On a warm summer evening, the earth gave way and half of a beautiful resort home fell into the lake:
Was it caused by a geological fault? Were other homeowners in danger?
The event also caused a large, deep crack at the surface, north of the house, close to another residence.
The crack continues to the left and is visible downward (i.e. left) face of the cliff. At the top right, some of house's foundation remains. The remains of the house were set on fire. What was left after that was pushed into the lake. Note the debris accumulated at the water's edge, on an erosion-resistant limestone shelf.
We acquired, processed, and analyzed high-resolution satellite data, historical air photos, maps, government data, peer-reviewed articles, and conducted field work and interviews.
Our analysis revealed:
These days, the river continues its active, strong, and persistent flow whether the lake level is high or low: its turbidity and wave action nudges away the cementing properties that holds together the horizontally-oriented rocks—in particular the interbedded limestone and shale—that make up the cliffs. In time, larger and larger rocks are shed. Support for the rocks and the soil above is undermined.
This is how the river looked a few years before it was covered by the lake. The eventual location of the house is shown in red, on the cliff (which is the prominent white, linear feature that extends from the lower right edge of the photo to the top middle).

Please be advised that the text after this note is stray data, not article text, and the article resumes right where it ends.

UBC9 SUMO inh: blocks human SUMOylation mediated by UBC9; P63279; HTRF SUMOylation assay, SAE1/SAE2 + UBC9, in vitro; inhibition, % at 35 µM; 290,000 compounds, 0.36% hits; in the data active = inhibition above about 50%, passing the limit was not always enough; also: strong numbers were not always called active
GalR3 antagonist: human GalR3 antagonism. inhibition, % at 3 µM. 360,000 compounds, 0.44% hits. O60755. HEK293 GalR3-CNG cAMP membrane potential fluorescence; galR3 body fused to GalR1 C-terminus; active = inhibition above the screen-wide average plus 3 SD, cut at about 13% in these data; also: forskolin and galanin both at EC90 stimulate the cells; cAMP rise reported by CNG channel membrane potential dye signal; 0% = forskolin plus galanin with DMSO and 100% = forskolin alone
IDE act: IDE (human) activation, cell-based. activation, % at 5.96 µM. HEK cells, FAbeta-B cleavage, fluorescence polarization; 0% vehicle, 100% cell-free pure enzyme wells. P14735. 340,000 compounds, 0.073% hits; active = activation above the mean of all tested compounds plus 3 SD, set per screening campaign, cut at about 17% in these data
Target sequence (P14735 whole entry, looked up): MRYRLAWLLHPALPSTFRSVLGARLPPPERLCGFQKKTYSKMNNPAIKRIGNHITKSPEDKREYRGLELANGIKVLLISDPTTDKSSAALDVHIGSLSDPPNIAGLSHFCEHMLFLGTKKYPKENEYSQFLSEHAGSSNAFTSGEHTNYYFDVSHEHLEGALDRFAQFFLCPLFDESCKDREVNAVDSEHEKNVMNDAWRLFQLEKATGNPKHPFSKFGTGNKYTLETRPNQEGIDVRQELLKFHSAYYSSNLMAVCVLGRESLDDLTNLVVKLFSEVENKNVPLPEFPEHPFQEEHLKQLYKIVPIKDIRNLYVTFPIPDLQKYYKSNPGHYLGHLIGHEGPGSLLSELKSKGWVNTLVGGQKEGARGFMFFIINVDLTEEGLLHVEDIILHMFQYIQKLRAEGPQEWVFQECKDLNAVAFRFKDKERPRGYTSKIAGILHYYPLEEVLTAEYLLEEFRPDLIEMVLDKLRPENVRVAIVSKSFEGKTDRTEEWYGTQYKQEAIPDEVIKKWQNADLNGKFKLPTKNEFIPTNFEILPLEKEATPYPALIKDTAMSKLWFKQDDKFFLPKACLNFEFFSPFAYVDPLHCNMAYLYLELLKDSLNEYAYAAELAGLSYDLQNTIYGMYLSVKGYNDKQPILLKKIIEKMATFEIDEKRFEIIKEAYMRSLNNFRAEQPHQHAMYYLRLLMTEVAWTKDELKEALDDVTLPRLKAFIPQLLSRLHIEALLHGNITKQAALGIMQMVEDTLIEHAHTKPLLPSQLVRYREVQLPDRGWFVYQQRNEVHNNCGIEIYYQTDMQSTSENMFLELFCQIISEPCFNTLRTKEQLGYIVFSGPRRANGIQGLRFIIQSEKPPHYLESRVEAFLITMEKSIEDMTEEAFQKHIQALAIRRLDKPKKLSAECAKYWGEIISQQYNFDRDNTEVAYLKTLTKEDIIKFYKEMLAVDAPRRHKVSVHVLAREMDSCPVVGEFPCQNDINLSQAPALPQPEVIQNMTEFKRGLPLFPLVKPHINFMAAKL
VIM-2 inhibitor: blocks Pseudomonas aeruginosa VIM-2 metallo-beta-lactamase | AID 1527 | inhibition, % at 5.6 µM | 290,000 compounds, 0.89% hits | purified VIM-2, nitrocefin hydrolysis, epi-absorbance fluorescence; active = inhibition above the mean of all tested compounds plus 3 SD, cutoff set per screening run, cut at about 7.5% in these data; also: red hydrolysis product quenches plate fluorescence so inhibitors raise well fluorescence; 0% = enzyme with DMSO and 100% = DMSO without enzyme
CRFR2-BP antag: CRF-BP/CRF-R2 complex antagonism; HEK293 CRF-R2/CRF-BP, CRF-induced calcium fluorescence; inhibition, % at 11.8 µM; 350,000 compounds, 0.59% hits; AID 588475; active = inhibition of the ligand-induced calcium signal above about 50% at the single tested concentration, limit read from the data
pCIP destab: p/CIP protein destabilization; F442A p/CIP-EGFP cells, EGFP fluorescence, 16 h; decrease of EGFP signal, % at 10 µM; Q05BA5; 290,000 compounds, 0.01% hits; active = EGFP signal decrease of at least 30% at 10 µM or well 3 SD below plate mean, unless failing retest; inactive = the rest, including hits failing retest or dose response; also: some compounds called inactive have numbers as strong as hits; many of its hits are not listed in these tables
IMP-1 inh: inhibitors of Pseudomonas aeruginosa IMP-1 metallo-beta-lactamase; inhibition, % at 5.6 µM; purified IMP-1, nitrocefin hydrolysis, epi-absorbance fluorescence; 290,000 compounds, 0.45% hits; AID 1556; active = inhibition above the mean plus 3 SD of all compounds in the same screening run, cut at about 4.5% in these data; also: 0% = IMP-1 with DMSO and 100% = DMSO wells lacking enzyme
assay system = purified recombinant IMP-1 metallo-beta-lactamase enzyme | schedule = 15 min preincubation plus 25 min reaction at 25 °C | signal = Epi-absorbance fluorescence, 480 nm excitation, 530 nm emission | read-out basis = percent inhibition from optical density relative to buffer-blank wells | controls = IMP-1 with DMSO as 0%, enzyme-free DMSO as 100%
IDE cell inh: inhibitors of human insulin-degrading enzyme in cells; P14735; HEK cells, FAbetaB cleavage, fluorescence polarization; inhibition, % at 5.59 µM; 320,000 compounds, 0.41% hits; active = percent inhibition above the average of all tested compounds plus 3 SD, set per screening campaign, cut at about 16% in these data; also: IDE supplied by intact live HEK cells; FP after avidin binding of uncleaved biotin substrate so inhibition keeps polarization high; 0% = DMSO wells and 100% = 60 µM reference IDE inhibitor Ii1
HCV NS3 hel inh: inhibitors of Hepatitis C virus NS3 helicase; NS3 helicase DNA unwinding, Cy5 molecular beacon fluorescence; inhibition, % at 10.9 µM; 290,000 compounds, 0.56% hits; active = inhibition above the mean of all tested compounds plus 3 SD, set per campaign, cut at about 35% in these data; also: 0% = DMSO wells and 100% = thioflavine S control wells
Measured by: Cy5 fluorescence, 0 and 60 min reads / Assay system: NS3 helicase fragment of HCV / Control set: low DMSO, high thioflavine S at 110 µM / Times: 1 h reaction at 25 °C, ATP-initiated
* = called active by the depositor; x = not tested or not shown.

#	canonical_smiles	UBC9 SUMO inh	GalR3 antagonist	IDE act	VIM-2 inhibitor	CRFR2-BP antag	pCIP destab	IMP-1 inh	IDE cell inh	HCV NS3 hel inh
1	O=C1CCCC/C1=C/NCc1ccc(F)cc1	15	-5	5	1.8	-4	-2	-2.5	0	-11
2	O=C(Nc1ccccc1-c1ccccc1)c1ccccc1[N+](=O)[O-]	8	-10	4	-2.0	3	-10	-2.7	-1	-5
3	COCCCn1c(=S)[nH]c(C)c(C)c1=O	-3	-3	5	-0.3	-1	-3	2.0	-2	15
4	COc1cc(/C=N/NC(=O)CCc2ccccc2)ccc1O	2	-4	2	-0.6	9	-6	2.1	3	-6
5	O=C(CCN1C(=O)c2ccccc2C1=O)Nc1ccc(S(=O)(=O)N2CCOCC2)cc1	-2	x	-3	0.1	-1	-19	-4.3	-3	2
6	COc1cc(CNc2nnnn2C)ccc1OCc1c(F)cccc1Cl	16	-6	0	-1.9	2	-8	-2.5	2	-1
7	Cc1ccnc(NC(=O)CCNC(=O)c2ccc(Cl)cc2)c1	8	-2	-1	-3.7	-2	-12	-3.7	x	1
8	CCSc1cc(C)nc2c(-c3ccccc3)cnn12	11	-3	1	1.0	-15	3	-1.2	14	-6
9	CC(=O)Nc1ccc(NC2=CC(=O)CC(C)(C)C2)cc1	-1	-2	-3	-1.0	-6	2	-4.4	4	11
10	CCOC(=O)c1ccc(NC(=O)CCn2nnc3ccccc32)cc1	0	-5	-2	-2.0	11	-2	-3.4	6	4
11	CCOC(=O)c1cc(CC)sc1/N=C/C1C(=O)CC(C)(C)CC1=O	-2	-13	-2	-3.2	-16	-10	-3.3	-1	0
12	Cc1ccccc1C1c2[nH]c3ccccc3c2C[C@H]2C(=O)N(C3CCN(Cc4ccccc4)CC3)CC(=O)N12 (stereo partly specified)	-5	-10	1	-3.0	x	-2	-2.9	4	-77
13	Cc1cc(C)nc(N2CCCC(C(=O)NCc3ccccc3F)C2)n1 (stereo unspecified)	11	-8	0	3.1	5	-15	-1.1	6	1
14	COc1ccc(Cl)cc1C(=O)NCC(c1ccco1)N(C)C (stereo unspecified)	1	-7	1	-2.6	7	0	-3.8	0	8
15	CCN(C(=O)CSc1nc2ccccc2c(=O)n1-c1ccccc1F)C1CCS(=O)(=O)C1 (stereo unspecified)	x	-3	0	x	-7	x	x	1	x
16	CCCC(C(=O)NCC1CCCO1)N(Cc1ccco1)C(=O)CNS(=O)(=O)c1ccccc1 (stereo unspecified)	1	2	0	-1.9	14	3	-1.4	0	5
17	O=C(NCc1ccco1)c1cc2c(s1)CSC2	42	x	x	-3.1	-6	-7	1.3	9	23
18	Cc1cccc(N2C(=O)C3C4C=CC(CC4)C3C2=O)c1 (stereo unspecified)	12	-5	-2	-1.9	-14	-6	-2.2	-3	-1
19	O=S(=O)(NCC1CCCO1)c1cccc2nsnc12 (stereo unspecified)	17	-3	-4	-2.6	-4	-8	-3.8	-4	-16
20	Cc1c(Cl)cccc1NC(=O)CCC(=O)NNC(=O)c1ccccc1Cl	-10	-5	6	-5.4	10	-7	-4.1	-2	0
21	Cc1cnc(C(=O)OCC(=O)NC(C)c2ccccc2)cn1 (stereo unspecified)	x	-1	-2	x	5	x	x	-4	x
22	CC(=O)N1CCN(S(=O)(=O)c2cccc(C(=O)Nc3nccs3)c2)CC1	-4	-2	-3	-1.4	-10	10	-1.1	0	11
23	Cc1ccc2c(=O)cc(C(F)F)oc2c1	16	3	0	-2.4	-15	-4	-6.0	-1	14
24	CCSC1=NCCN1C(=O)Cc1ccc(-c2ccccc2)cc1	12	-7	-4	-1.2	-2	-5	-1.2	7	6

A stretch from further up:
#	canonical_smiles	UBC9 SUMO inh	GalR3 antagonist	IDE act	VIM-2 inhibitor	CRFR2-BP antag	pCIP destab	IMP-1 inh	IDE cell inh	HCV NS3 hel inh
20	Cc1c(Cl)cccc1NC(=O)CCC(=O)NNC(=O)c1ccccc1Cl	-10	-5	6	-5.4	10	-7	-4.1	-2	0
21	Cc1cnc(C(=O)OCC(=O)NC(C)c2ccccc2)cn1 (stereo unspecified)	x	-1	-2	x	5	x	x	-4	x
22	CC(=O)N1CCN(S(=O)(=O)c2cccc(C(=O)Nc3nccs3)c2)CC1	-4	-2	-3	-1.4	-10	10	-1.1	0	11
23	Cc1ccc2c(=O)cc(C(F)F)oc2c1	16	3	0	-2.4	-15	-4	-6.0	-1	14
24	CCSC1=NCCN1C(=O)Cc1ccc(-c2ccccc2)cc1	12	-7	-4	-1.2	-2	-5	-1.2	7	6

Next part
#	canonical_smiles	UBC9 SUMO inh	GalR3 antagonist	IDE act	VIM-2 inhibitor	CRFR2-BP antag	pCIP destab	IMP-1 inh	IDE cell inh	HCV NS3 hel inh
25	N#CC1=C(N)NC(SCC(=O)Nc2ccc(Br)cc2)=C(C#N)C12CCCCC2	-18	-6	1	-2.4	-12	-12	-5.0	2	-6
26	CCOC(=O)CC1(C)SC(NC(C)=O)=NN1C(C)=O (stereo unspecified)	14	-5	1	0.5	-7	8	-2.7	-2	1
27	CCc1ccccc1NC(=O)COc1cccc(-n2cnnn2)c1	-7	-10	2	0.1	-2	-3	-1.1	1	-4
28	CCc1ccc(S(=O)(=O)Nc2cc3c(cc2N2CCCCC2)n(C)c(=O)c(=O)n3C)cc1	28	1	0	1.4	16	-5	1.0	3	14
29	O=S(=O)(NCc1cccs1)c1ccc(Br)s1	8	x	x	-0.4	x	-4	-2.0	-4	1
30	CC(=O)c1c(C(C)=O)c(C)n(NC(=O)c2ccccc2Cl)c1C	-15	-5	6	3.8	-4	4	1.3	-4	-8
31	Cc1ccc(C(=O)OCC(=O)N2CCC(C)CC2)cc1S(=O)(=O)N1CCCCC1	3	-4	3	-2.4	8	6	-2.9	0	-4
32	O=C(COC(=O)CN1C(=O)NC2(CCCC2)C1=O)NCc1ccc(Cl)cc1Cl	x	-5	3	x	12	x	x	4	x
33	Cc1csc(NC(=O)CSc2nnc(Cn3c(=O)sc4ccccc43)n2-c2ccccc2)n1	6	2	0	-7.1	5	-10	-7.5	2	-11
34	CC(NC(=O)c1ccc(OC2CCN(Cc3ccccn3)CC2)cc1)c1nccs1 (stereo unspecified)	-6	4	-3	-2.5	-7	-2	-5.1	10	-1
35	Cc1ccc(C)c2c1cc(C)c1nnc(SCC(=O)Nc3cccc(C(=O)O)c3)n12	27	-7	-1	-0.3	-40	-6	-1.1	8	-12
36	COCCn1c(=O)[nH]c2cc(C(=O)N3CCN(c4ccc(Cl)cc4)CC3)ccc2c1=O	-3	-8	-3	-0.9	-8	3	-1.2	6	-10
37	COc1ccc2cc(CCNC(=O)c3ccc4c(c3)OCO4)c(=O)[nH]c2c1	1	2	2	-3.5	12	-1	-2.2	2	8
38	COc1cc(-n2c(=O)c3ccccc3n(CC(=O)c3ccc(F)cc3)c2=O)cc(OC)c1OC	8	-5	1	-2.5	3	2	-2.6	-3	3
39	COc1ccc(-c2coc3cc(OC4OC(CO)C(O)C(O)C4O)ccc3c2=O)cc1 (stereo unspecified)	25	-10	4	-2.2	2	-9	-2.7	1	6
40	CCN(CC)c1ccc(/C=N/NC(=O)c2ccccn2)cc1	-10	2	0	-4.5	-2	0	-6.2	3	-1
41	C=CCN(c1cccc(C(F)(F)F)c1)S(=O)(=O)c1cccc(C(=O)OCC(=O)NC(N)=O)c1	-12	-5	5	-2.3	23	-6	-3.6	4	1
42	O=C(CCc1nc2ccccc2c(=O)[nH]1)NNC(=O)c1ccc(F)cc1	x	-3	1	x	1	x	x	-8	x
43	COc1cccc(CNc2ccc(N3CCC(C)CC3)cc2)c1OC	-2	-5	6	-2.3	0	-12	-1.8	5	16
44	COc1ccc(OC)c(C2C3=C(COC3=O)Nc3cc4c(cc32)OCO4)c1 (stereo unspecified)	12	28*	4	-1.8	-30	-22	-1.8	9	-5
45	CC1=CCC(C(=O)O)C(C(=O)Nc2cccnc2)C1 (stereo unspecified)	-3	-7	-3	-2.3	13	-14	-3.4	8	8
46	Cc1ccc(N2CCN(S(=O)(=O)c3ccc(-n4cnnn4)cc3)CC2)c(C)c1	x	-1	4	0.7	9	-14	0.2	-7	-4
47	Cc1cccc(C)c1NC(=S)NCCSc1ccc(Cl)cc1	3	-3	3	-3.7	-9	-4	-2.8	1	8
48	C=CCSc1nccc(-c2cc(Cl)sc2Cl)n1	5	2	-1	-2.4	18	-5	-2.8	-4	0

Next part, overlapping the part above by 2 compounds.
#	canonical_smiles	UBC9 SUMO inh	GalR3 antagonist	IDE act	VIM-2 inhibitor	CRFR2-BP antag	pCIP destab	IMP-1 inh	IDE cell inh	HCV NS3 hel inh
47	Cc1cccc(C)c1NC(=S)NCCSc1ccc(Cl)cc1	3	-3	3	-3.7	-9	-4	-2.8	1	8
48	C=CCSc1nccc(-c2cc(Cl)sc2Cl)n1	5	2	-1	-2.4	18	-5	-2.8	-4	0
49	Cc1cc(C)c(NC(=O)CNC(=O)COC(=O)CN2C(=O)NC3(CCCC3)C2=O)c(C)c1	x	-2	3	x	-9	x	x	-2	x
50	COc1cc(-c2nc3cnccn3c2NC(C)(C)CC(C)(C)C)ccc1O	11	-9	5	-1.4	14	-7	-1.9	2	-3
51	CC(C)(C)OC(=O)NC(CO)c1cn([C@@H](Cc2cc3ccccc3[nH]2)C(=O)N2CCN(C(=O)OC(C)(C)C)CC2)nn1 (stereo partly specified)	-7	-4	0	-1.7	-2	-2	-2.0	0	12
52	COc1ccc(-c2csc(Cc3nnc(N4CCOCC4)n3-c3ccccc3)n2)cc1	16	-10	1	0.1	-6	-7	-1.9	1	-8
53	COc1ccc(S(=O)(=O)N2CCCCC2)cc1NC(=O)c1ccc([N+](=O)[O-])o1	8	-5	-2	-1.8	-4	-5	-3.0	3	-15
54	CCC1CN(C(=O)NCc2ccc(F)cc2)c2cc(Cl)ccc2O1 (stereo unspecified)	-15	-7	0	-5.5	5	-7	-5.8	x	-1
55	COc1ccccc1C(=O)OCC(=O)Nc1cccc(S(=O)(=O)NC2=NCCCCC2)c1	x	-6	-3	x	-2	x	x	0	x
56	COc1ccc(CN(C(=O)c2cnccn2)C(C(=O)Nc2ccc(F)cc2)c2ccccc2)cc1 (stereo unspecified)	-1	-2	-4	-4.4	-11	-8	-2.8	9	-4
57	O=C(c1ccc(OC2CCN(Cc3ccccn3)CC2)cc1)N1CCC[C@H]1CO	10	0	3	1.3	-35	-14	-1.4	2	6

U.S. Geological Survey map shows the river channel (dashed line), today's normal lake level (blue), the "full" level (light blue) and the house location (in red) on the cliff face.
Lake water levels fluctuated 61' over the years. The water level shown in the above picture is 521' ASL. The highest lake level has been 570.25’ ASL.
The record of lake level changes.
The remaining part of the house in place above the cantilevered cliff face. The tension crack is visible in the extreme lower right.
Four years after the initial cliff failure, the northern part of the cliff fell during a five inch rain event with wind speeds of 47 mph.
"Before" shows the cliff before it failed. The house, retaining wall and garden are intact. "During" shows the south half of the cliff gone and the tension crack as it trends NNW; the "After" image is four years later, after the northern half of the cliff fell off into the water, unattended by a seismic event.
David G. Koger is a Remote Sensing Image Analysis expert with over 40 years of experience in the field. A Vietnam Era Marine Corps veteran, he configured and operates a state-of-the-art remote sensing image analysis and geographic information system and consults on various remote sensing applications. Mr. Koger offers Forensic Digital Image Analysis of remotely sensed, aerial photo (digital or film), and underwater video. His services include forensics, time-series studies, and documentation of surface damages, wildfires, material movements. Expert witness strategies and research methodologies are available to attorneys representing plaintiff and defendant.
©Copyright - All Rights Reserved
DO NOT REPRODUCE WITHOUT WRITTEN PERMISSION BY AUTHOR.